...POPMUS 305 The Punk movement as a reaction to stagnant music scene of the 70s Ivan Stevanovic 3461726 The Punk movement is often seen as a reaction to what was regarded as a blown up and stagnant, self-indulging music scene in the mid-70s. In wider perspective, it is considered not merely as a music genre, but more as a complex mixture of social, cultural, rebellious upheaval of the marginal, disillusioned young white generation, first in the US and UK and then in the rest of the western world. This essay will try to explore these statements and find out whether any of the two can be considered as the only cause for the emergence of punk. MUSIC INFLUENCES AND BACKGROUND One would say that any form of modern music in its initial phase is a protest, by default. That could be supported by numerous examples throughout the music history when rebellious young artists were crossing the boundaries of the conventional music genres and styles and often rejected from the music establishment. The stylistic music origins of punk could be found in second half of the twentieth century. First it was rock’n’roll of the fifties that shook the post war society with its wild rhythms and raw cords played on electric guitars amplified to produce more “noise”. The other influences were R&B, country and rockabilly and in the 60s many sub-genres that emerged on the rock music scene like: garage rock, frat rock, psychedelic rock, pub rock, glam rock, and proto-punk. Although its......

Words: 1984 - Pages: 8

Premium Essay

Social Movement

...Theories of Social Movements  Relative Deprivation Theory  Relative deprivation theory, developed by Denton Morrison (1971) is a more general theory about why individuals join social movements. A person experiences relative deprivation when she feels that she is not receiving her “fair share” of what seems to be available. Therefore, the people who are the worst off are not necessarily the ones experiencing relative deprivation. For instance, research in the Civil Rights movement showed that African Americans who were the most active were not most deprived but were fairly well-off, such as college students or religious leaders but they were the ones who felt the most relatively deprived.  Key to the idea of relative deprivation is the notion of expectations, that is, what people think they deserve and want in life. If these expectations are met, people do not experience discontent or relative deprivation. On the other hand, if people compare themselves to their reference groups and find that they have less, they will experience relative deprivation. If an individual feels that everyone else seems to be wealthier or generally seems to have it better, they will experience relative deprivation.  A second key to the idea of relative deprivation is the notion of legitimate expectations. Relative deprivation is not simply the idea that people want what everyone else has. It is the idea that they think they deserve it and have a right to it. Therefore, if they do not get what......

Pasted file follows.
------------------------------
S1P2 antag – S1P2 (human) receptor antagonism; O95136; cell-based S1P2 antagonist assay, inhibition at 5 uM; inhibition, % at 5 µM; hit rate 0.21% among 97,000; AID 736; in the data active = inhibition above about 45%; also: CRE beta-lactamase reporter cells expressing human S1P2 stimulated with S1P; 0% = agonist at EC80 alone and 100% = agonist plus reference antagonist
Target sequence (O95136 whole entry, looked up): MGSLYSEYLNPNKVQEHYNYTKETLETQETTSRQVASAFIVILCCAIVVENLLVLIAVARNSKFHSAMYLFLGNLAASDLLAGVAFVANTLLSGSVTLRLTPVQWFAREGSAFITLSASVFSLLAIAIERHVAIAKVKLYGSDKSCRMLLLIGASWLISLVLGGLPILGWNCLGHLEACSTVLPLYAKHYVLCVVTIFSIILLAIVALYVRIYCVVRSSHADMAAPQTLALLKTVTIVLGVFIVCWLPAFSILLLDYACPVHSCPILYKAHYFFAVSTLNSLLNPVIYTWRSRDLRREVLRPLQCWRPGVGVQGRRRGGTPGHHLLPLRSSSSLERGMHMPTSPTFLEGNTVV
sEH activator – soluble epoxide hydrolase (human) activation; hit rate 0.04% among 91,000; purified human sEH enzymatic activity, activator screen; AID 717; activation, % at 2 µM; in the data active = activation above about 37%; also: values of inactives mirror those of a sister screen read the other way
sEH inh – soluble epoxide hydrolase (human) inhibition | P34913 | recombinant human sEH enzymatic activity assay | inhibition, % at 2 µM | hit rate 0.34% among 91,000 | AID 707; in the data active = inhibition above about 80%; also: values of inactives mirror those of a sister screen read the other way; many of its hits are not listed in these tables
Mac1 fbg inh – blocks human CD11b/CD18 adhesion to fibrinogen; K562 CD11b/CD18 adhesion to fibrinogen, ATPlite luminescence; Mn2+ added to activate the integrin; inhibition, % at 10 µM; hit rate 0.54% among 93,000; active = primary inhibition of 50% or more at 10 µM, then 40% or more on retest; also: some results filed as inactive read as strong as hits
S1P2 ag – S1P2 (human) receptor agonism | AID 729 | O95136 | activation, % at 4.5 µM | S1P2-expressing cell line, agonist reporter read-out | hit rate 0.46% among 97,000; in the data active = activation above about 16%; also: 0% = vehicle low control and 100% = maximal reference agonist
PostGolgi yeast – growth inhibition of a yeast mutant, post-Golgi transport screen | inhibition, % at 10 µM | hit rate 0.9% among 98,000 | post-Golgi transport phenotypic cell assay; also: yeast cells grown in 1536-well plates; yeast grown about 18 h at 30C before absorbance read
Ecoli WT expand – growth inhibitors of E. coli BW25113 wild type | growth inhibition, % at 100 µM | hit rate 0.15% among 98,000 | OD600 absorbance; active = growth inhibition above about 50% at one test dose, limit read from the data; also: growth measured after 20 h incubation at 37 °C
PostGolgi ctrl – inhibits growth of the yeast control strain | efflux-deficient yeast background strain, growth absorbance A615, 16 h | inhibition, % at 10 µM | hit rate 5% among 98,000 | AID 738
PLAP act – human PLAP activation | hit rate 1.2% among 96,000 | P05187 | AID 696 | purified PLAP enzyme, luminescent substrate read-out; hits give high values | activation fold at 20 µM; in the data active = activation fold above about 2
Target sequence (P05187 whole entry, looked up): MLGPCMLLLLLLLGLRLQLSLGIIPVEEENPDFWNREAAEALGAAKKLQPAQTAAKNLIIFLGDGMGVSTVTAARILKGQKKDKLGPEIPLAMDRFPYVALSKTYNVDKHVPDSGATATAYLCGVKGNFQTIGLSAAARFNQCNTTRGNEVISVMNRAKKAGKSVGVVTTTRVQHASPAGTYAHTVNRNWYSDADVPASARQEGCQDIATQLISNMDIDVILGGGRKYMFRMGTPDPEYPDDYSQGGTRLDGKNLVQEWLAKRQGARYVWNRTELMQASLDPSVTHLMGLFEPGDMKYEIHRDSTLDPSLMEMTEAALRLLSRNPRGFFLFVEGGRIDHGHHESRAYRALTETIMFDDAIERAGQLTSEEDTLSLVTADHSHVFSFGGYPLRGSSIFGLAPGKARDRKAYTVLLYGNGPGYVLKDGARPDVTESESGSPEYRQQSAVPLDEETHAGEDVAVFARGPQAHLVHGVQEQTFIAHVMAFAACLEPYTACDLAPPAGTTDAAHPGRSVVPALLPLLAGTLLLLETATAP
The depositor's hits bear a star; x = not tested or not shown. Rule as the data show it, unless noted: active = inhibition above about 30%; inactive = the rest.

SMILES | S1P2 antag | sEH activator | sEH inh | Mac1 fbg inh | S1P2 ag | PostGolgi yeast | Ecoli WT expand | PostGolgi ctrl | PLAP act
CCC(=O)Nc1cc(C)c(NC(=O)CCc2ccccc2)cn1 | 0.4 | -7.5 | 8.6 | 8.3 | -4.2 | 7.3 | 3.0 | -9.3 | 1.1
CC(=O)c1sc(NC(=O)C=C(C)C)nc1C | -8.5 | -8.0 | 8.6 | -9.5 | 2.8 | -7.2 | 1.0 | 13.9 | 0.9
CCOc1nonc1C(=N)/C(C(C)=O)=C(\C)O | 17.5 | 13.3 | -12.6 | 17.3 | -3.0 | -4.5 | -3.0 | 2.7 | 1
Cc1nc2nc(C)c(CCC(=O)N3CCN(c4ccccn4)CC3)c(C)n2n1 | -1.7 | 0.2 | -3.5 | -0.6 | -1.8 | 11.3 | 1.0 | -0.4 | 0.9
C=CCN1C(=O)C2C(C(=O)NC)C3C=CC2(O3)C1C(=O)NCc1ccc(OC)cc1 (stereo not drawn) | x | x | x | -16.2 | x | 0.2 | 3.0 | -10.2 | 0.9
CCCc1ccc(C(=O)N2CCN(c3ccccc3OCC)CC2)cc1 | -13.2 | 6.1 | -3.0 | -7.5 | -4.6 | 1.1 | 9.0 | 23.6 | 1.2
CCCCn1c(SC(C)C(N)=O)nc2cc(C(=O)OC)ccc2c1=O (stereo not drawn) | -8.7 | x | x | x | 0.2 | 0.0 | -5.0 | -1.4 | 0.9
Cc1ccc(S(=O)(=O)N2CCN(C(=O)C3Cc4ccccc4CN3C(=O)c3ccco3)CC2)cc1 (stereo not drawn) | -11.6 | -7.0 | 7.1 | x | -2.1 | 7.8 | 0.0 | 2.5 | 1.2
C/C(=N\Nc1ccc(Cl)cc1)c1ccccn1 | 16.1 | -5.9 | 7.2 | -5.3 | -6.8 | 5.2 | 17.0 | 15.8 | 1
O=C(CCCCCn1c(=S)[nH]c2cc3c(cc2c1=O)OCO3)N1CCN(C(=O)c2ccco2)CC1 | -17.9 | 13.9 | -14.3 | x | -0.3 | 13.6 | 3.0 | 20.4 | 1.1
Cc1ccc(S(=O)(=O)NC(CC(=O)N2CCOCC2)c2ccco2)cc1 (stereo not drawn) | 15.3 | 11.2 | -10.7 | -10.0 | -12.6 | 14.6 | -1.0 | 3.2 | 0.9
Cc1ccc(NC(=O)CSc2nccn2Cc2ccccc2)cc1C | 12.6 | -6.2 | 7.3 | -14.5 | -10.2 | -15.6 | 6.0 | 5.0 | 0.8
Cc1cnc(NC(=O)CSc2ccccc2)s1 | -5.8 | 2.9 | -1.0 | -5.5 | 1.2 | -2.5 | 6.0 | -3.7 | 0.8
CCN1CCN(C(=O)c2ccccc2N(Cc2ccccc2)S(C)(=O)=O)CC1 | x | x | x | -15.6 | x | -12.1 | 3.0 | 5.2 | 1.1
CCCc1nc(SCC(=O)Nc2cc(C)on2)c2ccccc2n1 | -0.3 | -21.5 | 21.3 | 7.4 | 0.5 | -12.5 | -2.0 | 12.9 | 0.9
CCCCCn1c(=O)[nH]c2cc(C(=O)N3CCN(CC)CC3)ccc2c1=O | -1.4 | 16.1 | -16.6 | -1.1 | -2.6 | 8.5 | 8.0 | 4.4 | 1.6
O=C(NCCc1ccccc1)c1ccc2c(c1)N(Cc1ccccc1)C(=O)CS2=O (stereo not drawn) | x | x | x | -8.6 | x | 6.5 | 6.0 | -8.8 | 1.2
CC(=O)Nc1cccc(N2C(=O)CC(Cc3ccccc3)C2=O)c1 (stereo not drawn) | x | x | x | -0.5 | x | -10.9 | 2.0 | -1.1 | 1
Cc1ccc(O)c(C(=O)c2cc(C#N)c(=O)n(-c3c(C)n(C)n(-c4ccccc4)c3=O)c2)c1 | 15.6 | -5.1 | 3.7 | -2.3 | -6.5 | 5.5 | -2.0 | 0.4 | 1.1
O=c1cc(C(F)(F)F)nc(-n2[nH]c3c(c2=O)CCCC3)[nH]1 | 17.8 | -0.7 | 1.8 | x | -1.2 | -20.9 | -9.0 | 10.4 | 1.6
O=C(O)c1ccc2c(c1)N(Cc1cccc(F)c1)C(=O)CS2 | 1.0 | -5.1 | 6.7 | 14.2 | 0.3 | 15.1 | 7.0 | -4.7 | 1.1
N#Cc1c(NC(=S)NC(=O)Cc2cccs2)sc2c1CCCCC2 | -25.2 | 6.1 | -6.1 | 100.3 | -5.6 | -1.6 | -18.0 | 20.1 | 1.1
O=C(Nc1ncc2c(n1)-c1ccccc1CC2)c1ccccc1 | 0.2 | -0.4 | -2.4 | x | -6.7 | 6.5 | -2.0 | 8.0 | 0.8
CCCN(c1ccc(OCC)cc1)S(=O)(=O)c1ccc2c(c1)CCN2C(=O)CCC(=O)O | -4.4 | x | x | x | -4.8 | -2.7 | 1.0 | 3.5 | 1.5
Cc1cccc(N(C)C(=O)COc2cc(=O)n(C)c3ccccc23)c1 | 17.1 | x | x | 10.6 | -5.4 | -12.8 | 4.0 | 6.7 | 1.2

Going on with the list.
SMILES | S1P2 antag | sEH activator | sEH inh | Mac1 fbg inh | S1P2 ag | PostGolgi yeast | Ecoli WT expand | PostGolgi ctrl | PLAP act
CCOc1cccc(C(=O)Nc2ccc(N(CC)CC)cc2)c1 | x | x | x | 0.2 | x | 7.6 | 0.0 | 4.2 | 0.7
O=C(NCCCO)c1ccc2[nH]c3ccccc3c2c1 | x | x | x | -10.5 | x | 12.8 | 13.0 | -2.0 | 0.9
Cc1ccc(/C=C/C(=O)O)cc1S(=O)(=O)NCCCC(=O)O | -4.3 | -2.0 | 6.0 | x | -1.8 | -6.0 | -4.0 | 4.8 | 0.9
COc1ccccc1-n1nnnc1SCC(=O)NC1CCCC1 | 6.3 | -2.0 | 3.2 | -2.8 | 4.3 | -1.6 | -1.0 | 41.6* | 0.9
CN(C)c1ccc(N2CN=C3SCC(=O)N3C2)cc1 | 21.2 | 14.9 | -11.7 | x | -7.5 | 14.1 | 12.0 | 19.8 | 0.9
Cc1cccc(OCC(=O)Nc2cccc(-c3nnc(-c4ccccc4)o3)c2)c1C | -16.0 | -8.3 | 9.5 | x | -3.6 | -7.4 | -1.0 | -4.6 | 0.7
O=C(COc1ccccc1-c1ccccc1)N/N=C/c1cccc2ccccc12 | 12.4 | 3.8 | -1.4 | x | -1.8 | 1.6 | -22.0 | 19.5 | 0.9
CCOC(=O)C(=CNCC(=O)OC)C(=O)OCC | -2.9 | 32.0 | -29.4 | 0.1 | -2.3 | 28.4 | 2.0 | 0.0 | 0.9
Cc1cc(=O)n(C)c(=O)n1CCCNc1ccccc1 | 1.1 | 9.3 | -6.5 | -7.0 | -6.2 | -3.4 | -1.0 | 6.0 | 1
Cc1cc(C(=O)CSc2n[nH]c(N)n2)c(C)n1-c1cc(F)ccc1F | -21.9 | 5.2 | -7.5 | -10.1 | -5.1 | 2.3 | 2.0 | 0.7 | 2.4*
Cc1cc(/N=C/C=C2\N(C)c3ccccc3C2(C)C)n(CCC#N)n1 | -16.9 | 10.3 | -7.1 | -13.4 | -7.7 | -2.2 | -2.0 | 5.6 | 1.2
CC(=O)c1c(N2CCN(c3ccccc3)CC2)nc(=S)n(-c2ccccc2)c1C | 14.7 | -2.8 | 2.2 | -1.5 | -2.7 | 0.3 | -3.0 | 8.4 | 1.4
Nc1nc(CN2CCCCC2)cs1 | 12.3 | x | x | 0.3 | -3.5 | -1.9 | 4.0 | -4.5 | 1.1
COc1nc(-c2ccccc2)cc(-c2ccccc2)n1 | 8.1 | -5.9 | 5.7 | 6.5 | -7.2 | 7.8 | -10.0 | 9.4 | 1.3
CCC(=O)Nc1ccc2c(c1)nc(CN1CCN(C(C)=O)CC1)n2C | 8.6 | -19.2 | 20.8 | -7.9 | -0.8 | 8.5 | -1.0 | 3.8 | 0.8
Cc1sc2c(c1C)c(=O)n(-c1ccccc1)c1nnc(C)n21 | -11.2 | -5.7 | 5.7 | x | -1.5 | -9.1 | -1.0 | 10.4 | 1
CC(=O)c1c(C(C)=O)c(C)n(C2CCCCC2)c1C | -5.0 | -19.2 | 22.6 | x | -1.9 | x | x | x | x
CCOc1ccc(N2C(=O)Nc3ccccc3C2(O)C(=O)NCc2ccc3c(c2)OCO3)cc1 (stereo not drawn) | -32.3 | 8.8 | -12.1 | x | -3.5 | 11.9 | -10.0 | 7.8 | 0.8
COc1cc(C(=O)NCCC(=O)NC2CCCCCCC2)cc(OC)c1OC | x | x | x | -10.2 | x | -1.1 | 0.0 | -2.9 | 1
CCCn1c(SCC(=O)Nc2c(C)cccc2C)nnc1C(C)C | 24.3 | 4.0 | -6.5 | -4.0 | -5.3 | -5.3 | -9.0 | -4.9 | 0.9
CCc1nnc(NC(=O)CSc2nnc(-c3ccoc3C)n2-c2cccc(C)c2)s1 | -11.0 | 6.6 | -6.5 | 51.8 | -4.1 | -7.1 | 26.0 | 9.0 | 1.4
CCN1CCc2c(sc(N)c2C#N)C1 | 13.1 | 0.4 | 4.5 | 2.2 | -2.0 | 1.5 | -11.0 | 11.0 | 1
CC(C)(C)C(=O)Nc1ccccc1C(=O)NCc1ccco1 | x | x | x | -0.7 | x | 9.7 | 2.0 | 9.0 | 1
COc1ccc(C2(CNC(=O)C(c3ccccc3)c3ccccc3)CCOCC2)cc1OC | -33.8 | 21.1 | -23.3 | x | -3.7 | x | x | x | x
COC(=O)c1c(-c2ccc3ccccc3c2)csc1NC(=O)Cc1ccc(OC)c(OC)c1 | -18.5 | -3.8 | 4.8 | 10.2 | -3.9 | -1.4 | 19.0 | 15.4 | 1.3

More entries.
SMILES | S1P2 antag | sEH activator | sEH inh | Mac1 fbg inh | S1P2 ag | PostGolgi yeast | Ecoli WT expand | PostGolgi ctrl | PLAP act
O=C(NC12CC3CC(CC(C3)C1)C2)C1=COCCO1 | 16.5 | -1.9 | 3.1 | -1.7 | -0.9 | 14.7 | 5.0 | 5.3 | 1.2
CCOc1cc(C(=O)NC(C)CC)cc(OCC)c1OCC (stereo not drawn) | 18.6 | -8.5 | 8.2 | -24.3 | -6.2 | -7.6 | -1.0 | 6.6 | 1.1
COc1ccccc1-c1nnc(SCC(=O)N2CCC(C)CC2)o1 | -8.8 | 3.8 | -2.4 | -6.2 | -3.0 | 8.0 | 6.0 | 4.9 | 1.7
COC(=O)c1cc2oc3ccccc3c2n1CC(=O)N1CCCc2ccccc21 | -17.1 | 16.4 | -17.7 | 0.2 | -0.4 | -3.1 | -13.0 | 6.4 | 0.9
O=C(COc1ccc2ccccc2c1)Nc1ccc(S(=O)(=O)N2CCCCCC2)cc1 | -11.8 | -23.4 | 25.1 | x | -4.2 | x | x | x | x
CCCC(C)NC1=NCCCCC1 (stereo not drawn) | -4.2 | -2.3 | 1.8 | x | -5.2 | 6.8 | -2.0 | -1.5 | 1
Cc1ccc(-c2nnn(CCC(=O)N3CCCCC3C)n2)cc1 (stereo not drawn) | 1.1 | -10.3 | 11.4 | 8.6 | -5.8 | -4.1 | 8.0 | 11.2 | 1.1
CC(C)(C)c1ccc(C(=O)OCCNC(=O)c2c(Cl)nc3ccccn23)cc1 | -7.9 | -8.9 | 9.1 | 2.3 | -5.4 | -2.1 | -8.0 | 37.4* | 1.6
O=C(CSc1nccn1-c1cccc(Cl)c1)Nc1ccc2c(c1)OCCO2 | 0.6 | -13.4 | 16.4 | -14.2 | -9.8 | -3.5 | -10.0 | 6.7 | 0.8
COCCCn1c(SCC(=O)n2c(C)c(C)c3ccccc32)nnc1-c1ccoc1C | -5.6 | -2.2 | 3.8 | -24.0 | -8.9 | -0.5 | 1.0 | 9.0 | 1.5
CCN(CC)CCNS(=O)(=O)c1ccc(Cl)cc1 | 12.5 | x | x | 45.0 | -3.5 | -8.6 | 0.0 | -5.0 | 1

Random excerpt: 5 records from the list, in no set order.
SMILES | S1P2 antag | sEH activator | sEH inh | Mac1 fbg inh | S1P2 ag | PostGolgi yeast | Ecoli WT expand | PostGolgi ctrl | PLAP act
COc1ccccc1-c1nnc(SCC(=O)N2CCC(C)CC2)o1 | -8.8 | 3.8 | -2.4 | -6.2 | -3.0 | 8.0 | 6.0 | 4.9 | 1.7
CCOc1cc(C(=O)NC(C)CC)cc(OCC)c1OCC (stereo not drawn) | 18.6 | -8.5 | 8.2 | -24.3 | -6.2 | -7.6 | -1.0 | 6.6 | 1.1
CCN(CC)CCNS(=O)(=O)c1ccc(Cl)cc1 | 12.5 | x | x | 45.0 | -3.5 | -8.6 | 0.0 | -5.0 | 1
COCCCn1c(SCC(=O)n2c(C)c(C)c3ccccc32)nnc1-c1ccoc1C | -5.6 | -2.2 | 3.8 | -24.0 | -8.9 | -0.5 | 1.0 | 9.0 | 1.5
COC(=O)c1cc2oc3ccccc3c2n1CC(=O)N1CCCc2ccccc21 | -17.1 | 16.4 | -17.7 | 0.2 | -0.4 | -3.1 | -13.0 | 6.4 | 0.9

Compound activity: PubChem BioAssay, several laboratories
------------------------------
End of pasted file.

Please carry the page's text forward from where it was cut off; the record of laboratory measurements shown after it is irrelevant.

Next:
Words: 4562 - Pages: 19

Free Essay

The Feminist Movement

...Assignment: A movement that is changing the world Shadrach Diamond Kaplan University SS 310-06 April 25, 2012 The 1960s was a decade filled with changes that had an effect on the nation and the world like none other. During this period, Civil Rights movements took place, the country was at war, a U.S. president was assassinated, and humans walked on the moon. Music and television were creating a completely different culture. For the first time a presidential election was broadcast on TV giving millions of Americans the ability see this event, and the Beatles were influencing the youth with their magical music and lyrics. The events that occurred in this decade not only touched this planet as a whole, but it also made an impression on my personal life. The city I live in saw a big change during the Civil Rights movement in the 1960s. New Orleans, Louisiana, has a large black population who shared the same dream that Martin Luther King spoke about at the Capital. “On August 28, 1963, more than 250,000 people from across the nation came together in Washington, D.C. to peacefully demonstrate their support for the passage of a meaningful civil rights bill, an end to racial segregation in schools and the creation of jobs for the unemployed” (Hansan, n.d.). Martin Luther King Jr. was a pioneer for the Civil Rights movement who encouraged other people to follow him and help change the country’s laws. Because of the advancements in the Civil Rights......

Words: 1712 - Pages: 7